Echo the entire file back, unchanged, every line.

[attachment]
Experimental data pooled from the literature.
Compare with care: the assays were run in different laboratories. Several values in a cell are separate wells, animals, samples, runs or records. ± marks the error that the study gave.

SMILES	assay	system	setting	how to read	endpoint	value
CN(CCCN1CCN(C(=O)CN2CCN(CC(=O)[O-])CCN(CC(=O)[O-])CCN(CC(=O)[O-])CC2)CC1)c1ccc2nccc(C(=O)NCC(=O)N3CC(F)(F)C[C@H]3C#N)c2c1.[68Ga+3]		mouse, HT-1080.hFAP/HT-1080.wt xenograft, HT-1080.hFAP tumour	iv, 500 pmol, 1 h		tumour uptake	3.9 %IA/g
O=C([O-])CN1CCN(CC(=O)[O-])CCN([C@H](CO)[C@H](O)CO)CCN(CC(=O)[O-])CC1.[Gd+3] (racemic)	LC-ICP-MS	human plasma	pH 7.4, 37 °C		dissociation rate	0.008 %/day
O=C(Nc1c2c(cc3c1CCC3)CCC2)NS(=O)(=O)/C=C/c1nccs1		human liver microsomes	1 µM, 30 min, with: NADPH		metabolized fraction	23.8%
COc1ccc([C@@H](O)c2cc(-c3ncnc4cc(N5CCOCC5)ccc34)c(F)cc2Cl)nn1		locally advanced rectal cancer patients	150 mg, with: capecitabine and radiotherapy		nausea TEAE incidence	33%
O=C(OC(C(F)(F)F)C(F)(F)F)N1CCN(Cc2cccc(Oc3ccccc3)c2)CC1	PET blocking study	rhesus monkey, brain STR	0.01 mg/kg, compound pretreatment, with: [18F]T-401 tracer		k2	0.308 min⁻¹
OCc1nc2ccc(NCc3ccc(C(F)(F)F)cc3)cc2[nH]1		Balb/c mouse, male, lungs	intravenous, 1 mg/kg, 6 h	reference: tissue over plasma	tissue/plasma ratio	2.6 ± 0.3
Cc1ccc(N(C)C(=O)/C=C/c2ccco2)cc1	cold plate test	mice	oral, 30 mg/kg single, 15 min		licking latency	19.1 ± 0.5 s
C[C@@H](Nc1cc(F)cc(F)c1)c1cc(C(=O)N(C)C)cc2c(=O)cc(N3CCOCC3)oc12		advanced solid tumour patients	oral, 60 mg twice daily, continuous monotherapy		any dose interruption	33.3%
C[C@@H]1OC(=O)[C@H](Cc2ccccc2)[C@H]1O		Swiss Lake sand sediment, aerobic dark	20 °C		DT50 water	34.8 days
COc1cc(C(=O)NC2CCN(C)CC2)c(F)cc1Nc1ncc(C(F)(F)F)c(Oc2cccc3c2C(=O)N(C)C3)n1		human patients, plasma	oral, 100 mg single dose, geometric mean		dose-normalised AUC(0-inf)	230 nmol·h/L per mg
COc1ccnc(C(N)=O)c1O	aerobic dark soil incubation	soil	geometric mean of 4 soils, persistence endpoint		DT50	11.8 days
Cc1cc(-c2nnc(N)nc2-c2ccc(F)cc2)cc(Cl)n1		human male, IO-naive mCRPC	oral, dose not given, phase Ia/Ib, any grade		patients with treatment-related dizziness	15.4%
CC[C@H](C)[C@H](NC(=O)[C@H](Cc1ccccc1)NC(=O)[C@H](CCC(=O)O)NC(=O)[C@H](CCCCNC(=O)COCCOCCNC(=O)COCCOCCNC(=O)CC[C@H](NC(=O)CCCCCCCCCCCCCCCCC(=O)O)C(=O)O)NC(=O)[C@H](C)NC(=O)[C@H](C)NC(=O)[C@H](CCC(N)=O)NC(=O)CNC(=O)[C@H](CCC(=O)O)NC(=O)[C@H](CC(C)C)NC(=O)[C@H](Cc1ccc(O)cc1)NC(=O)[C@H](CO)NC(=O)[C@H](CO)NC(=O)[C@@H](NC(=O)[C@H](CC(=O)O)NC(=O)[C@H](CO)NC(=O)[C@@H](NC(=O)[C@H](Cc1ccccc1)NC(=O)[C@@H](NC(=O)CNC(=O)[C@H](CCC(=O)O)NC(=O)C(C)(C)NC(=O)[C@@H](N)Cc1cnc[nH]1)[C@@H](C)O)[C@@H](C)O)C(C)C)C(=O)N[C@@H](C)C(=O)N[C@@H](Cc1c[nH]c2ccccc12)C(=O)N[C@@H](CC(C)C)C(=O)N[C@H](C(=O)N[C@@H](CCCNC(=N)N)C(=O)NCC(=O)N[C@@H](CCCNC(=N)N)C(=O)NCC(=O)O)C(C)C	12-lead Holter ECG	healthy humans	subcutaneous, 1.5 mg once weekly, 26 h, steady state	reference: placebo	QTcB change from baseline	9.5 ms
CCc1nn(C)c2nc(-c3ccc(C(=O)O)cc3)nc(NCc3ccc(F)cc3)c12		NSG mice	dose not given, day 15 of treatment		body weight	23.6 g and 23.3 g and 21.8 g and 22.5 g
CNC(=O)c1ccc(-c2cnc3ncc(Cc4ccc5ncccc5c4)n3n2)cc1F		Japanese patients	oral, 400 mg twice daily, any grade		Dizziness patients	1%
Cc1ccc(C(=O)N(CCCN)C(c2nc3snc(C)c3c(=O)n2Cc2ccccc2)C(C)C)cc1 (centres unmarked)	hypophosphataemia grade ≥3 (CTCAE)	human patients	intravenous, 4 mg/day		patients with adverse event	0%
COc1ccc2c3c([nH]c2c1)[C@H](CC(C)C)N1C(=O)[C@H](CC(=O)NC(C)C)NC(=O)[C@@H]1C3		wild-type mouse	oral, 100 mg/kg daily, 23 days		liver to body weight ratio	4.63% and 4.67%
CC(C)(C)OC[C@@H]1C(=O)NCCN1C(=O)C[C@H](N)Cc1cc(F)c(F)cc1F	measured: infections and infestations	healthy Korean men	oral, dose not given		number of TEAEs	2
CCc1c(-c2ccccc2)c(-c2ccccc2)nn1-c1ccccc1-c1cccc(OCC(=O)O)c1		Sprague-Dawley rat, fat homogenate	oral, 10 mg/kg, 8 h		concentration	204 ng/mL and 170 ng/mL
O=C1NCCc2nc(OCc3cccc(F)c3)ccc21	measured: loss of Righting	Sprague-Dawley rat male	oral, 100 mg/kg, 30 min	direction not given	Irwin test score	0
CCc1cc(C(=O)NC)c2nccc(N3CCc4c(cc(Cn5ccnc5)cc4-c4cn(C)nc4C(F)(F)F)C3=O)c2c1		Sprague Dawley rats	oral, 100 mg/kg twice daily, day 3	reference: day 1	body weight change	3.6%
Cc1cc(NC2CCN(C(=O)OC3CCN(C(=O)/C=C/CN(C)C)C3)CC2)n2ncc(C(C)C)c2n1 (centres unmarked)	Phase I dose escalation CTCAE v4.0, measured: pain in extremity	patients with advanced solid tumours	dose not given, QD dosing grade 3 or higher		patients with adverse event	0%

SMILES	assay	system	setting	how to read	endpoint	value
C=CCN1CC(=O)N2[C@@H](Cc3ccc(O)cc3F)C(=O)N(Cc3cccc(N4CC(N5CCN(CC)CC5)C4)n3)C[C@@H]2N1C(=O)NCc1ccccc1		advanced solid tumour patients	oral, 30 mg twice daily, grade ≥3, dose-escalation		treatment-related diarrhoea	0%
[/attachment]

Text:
Experimental data pooled from the literature.
Compare with care: the assays were run in different laboratories. Several values in a cell are separate wells, animals, samples, runs or records. ± marks the error that the study gave.

SMILES	assay	system	setting	how to read	endpoint	value
CN(CCCN1CCN(C(=O)CN2CCN(CC(=O)[O-])CCN(CC(=O)[O-])CCN(CC(=O)[O-])CC2)CC1)c1ccc2nccc(C(=O)NCC(=O)N3CC(F)(F)C[C@H]3C#N)c2c1.[68Ga+3]		mouse, HT-1080.hFAP/HT-1080.wt xenograft, HT-1080.hFAP tumour	iv, 500 pmol, 1 h		tumour uptake	3.9 %IA/g
O=C([O-])CN1CCN(CC(=O)[O-])CCN([C@H](CO)[C@H](O)CO)CCN(CC(=O)[O-])CC1.[Gd+3] (racemic)	LC-ICP-MS	human plasma	pH 7.4, 37 °C		dissociation rate	0.008 %/day
O=C(Nc1c2c(cc3c1CCC3)CCC2)NS(=O)(=O)/C=C/c1nccs1		human liver microsomes	1 µM, 30 min, with: NADPH		metabolized fraction	23.8%
COc1ccc([C@@H](O)c2cc(-c3ncnc4cc(N5CCOCC5)ccc34)c(F)cc2Cl)nn1		locally advanced rectal cancer patients	150 mg, with: capecitabine and radiotherapy		nausea TEAE incidence	33%
O=C(OC(C(F)(F)F)C(F)(F)F)N1CCN(Cc2cccc(Oc3ccccc3)c2)CC1	PET blocking study	rhesus monkey, brain STR	0.01 mg/kg, compound pretreatment, with: [18F]T-401 tracer		k2	0.308 min⁻¹
OCc1nc2ccc(NCc3ccc(C(F)(F)F)cc3)cc2[nH]1		Balb/c mouse, male, lungs	intravenous, 1 mg/kg, 6 h	reference: tissue over plasma	tissue/plasma ratio	2.6 ± 0.3
Cc1ccc(N(C)C(=O)/C=C/c2ccco2)cc1	cold plate test	mice	oral, 30 mg/kg single, 15 min		licking latency	19.1 ± 0.5 s
C[C@@H](Nc1cc(F)cc(F)c1)c1cc(C(=O)N(C)C)cc2c(=O)cc(N3CCOCC3)oc12		advanced solid tumour patients	oral, 60 mg twice daily, continuous monotherapy		any dose interruption	33.3%
C[C@@H]1OC(=O)[C@H](Cc2ccccc2)[C@H]1O		Swiss Lake sand sediment, aerobic dark	20 °C		DT50 water	34.8 days
COc1cc(C(=O)NC2CCN(C)CC2)c(F)cc1Nc1ncc(C(F)(F)F)c(Oc2cccc3c2C(=O)N(C)C3)n1		human patients, plasma	oral, 100 mg single dose, geometric mean		dose-normalised AUC(0-inf)	230 nmol·h/L per mg
COc1ccnc(C(N)=O)c1O	aerobic dark soil incubation	soil	geometric mean of 4 soils, persistence endpoint		DT50	11.8 days
Cc1cc(-c2nnc(N)nc2-c2ccc(F)cc2)cc(Cl)n1		human male, IO-naive mCRPC	oral, dose not given, phase Ia/Ib, any grade		patients with treatment-related dizziness	15.4%
CC[C@H](C)[C@H](NC(=O)[C@H](Cc1ccccc1)NC(=O)[C@H](CCC(=O)O)NC(=O)[C@H](CCCCNC(=O)COCCOCCNC(=O)COCCOCCNC(=O)CC[C@H](NC(=O)CCCCCCCCCCCCCCCCC(=O)O)C(=O)O)NC(=O)[C@H](C)NC(=O)[C@H](C)NC(=O)[C@H](CCC(N)=O)NC(=O)CNC(=O)[C@H](CCC(=O)O)NC(=O)[C@H](CC(C)C)NC(=O)[C@H](Cc1ccc(O)cc1)NC(=O)[C@H](CO)NC(=O)[C@H](CO)NC(=O)[C@@H](NC(=O)[C@H](CC(=O)O)NC(=O)[C@H](CO)NC(=O)[C@@H](NC(=O)[C@H](Cc1ccccc1)NC(=O)[C@@H](NC(=O)CNC(=O)[C@H](CCC(=O)O)NC(=O)C(C)(C)NC(=O)[C@@H](N)Cc1cnc[nH]1)[C@@H](C)O)[C@@H](C)O)C(C)C)C(=O)N[C@@H](C)C(=O)N[C@@H](Cc1c[nH]c2ccccc12)C(=O)N[C@@H](CC(C)C)C(=O)N[C@H](C(=O)N[C@@H](CCCNC(=N)N)C(=O)NCC(=O)N[C@@H](CCCNC(=N)N)C(=O)NCC(=O)O)C(C)C	12-lead Holter ECG	healthy humans	subcutaneous, 1.5 mg once weekly, 26 h, steady state	reference: placebo	QTcB change from baseline	9.5 ms
CCc1nn(C)c2nc(-c3ccc(C(=O)O)cc3)nc(NCc3ccc(F)cc3)c12		NSG mice	dose not given, day 15 of treatment		body weight	23.6 g and 23.3 g and 21.8 g and 22.5 g
CNC(=O)c1ccc(-c2cnc3ncc(Cc4ccc5ncccc5c4)n3n2)cc1F		Japanese patients	oral, 400 mg twice daily, any grade		Dizziness patients	1%
Cc1ccc(C(=O)N(CCCN)C(c2nc3snc(C)c3c(=O)n2Cc2ccccc2)C(C)C)cc1 (centres unmarked)	hypophosphataemia grade ≥3 (CTCAE)	human patients	intravenous, 4 mg/day		patients with adverse event	0%
COc1ccc2c3c([nH]c2c1)[C@H](CC(C)C)N1C(=O)[C@H](CC(=O)NC(C)C)NC(=O)[C@@H]1C3		wild-type mouse	oral, 100 mg/kg daily, 23 days		liver to body weight ratio	4.63% and 4.67%
CC(C)(C)OC[C@@H]1C(=O)NCCN1C(=O)C[C@H](N)Cc1cc(F)c(F)cc1F	measured: infections and infestations	healthy Korean men	oral, dose not given		number of TEAEs	2
CCc1c(-c2ccccc2)c(-c2ccccc2)nn1-c1ccccc1-c1cccc(OCC(=O)O)c1		Sprague-Dawley rat, fat homogenate	oral, 10 mg/kg, 8 h		concentration	204 ng/mL and 170 ng/mL
O=C1NCCc2nc(OCc3cccc(F)c3)ccc21	measured: loss of Righting	Sprague-Dawley rat male	oral, 100 mg/kg, 30 min	direction not given	Irwin test score	0
CCc1cc(C(=O)NC)c2nccc(N3CCc4c(cc(Cn5ccnc5)cc4-c4cn(C)nc4C(F)(F)F)C3=O)c2c1		Sprague Dawley rats	oral, 100 mg/kg twice daily, day 3	reference: day 1	body weight change	3.6%
Cc1cc(NC2CCN(C(=O)OC3CCN(C(=O)/C=C/CN(C)C)C3)CC2)n2ncc(C(C)C)c2n1 (centres unmarked)	Phase I dose escalation CTCAE v4.0, measured: pain in extremity	patients with advanced solid tumours	dose not given, QD dosing grade 3 or higher		patients with adverse event	0%

SMILES	assay	system	setting	how to read	endpoint	value
C=CCN1CC(=O)N2[C@@H](Cc3ccc(O)cc3F)C(=O)N(Cc3cccc(N4CC(N5CCN(CC)CC5)C4)n3)C[C@@H]2N1C(=O)NCc1ccccc1		advanced solid tumour patients	oral, 30 mg twice daily, grade ≥3, dose-escalation		treatment-related diarrhoea	0%